First Aid For Our Pets

FOCUS ON PETS

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With warm weather comes more outdoor activities and travel for the family and hopefully, our pets. With this increased activity, there is a greater chance of injury or exposure to something harmful. That does not mean that we should leave our pets at home, protected from everything harmful any more than we should keep our children sealed in a bubble. It does mean that we should be prepared.

Have the name and phone number of your veterinarian written in several places where you can find it right away. Ask him/her in advance if emergency service is available and what you should do in the event of an emergency. Is there a different phone number for weekends and evenings?

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The Heart to Heart Pet-a-Palooza at Steele Indian School Park in Phoenix on Saturday focused on keeping dog hearts healthy. Dr. Elizabeth Dunphy, DVM (left), of the Animal Referral & Emergency Center of Arizona, checked Duke's heart and advised owner and new Arizona resident, Emil Owag, about hot-weather precautions. The ARECA receives many emergency and critical referrals from Rim country veterinarians.

Prepare a first aid kit. According to the Animal Referral and Emergency Center of Arizona (ARECA), we should all have a fist aid kit prepared and ready for an emergency. At very best, we should have duplicate kits in the house and in the car. These should be checked regularly to make sure that all the contents are there and in good condition and all the medications are current with no expired dates. In it, we should have everything we need in case of an injury, sickness or bite. Also, it should contain a first aid care guide and the name and numbers for our veterinarian.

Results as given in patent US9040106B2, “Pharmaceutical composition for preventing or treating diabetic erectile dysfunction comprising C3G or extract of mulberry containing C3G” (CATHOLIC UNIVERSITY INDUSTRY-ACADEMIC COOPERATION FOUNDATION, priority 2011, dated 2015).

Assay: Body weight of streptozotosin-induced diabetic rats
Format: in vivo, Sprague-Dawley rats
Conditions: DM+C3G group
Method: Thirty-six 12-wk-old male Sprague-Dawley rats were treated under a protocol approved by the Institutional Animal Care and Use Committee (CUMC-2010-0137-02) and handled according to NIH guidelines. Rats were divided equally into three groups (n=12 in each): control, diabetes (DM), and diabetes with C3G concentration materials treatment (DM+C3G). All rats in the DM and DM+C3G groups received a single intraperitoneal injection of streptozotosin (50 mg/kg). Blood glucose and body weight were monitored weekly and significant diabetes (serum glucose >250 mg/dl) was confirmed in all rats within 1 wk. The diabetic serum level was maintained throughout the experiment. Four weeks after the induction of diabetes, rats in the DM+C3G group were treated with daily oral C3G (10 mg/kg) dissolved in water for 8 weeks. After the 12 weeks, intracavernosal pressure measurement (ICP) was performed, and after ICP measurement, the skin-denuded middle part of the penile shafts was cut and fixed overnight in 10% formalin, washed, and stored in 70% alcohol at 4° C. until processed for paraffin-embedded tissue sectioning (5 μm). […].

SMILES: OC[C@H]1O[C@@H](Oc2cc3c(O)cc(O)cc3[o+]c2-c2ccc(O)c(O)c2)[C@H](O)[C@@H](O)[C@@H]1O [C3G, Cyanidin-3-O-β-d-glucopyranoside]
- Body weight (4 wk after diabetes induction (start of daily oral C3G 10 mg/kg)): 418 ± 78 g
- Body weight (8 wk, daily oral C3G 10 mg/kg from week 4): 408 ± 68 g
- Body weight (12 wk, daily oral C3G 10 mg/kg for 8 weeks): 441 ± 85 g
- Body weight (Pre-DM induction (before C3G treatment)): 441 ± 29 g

According to the ARECA, the inventory should include: conforming 3-inch bandage rolls, large 4-inch square gauze pads -- preferably non-stick, -- terry cloth towels, bandage tape, scissors, tweezers, pliers, magnifying glass, triple-antibiotic ointment, disposable iodine wipes, hydrogen peroxide (3 percent) and rubbing alcohol. Also, in this kit there should be milk of magnesia, a large plastic oral dispensing syringe, cotton balls, sterile eye wash, styptic powder, thermometer, pet shampoo, leash and soft muzzle, latex gloves and emergency blankets.

Being prepared with a first aid kit and some basic first aid knowledge for our dogs and cats could save a life. Much of the care required for our pets follows the same rules as for a person. However, it is vitally important to know when we must seek the aid of a veterinarian and how to recognize that receiving veterinary assistance is urgent, a matter of life or death.What constitutes an emergency? If it is Sunday or the middle of the night, do you know how to find an emergency clinic.